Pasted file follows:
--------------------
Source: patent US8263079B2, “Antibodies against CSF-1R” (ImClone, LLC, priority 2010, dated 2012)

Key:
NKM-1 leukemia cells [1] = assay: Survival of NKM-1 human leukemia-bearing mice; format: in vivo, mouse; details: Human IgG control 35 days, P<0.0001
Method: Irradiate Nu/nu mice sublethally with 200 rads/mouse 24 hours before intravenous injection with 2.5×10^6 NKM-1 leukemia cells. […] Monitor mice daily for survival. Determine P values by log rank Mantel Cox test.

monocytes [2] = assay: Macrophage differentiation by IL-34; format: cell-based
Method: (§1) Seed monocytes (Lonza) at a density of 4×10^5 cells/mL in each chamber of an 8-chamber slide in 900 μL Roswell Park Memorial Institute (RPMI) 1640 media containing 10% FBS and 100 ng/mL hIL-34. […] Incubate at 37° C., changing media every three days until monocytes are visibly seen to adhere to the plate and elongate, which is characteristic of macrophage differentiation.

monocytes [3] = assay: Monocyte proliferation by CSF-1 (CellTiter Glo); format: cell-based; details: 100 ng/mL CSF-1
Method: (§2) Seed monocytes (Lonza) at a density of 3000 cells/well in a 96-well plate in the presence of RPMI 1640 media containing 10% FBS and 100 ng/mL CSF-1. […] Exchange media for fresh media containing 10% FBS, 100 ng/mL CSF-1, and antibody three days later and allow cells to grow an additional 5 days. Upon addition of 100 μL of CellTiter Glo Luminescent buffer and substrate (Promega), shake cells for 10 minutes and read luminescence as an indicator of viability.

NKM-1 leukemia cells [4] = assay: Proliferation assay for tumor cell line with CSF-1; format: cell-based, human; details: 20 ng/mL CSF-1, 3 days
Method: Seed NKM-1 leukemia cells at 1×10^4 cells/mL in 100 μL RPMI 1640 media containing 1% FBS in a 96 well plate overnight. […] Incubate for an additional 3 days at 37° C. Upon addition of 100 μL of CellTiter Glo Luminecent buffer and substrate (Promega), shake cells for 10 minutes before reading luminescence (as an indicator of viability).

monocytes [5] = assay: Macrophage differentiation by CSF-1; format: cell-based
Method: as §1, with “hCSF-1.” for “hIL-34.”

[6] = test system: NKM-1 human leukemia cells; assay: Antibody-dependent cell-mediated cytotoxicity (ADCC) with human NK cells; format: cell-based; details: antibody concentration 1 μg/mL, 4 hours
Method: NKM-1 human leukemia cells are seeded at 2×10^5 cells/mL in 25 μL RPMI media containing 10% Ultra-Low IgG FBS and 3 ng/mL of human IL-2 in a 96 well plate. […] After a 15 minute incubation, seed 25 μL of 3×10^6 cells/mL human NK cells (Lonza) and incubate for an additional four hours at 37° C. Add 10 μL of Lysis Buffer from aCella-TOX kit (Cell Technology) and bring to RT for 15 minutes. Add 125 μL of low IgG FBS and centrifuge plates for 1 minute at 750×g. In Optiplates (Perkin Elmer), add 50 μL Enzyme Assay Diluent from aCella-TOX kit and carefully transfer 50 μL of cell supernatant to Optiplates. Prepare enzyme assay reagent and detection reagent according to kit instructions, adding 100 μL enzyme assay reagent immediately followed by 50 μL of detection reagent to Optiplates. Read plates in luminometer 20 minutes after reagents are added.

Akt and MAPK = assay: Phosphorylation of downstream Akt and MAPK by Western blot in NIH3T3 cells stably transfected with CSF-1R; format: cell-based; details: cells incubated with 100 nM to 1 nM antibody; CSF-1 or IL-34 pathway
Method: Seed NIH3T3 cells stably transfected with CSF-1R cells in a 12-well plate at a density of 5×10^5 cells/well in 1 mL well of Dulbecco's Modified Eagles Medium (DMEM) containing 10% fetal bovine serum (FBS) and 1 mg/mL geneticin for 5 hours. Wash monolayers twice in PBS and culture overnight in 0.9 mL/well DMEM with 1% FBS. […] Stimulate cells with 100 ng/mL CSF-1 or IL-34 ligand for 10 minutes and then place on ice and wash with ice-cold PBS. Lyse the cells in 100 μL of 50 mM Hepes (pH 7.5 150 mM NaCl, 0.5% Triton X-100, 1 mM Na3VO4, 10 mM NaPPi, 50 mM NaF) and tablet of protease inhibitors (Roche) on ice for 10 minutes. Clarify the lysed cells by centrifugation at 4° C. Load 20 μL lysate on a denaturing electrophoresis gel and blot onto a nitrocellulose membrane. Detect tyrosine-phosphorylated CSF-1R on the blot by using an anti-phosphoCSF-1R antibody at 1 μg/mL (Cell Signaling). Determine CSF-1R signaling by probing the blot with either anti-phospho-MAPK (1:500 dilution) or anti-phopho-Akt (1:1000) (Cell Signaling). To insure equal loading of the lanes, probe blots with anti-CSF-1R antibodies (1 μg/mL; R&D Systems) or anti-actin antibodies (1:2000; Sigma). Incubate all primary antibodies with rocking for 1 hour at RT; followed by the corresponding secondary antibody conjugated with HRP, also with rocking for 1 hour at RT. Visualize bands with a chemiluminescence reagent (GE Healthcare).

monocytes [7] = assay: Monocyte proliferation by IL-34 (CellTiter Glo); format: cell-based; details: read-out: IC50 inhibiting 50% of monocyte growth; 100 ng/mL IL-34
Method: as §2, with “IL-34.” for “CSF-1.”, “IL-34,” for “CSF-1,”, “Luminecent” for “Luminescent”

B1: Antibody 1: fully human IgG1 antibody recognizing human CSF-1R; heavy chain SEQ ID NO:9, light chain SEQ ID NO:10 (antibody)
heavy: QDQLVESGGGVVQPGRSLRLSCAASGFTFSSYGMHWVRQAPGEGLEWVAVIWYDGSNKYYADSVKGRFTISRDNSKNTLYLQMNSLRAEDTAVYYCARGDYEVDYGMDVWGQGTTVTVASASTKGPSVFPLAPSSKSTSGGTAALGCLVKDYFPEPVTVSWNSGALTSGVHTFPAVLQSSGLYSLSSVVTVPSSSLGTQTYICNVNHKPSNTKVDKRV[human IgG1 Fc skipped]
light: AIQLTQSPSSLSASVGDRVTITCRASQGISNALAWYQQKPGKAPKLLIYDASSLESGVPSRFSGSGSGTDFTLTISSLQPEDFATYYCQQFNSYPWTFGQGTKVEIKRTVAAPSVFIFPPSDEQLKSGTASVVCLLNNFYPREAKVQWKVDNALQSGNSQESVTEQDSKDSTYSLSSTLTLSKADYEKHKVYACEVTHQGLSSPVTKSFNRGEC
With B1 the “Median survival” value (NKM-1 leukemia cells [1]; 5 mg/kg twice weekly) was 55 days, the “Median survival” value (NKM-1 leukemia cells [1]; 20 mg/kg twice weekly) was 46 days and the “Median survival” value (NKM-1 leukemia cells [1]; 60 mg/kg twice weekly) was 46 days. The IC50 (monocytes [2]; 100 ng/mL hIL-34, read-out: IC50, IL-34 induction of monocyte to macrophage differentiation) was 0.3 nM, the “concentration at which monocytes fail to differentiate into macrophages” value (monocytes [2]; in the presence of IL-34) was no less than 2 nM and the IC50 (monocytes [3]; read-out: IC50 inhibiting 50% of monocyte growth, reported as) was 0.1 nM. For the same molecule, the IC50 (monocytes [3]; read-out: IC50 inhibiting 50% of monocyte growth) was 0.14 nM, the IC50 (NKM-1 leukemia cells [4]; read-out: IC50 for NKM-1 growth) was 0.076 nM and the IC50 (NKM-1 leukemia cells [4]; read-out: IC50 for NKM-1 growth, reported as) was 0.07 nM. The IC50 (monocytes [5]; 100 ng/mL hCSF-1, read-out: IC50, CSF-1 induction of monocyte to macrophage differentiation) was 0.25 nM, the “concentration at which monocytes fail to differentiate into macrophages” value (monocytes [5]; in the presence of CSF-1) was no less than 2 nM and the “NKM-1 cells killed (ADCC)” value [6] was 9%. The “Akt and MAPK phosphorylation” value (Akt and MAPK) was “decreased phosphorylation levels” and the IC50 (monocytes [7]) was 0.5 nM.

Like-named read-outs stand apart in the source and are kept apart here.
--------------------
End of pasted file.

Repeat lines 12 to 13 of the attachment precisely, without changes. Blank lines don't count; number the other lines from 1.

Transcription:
Method: as §1, with “hCSF-1.” for “hIL-34.”

[6] = test system: NKM-1 human leukemia cells; assay: Antibody-dependent cell-mediated cytotoxicity (ADCC) with human NK cells; format: cell-based; details: antibody concentration 1 μg/mL, 4 hours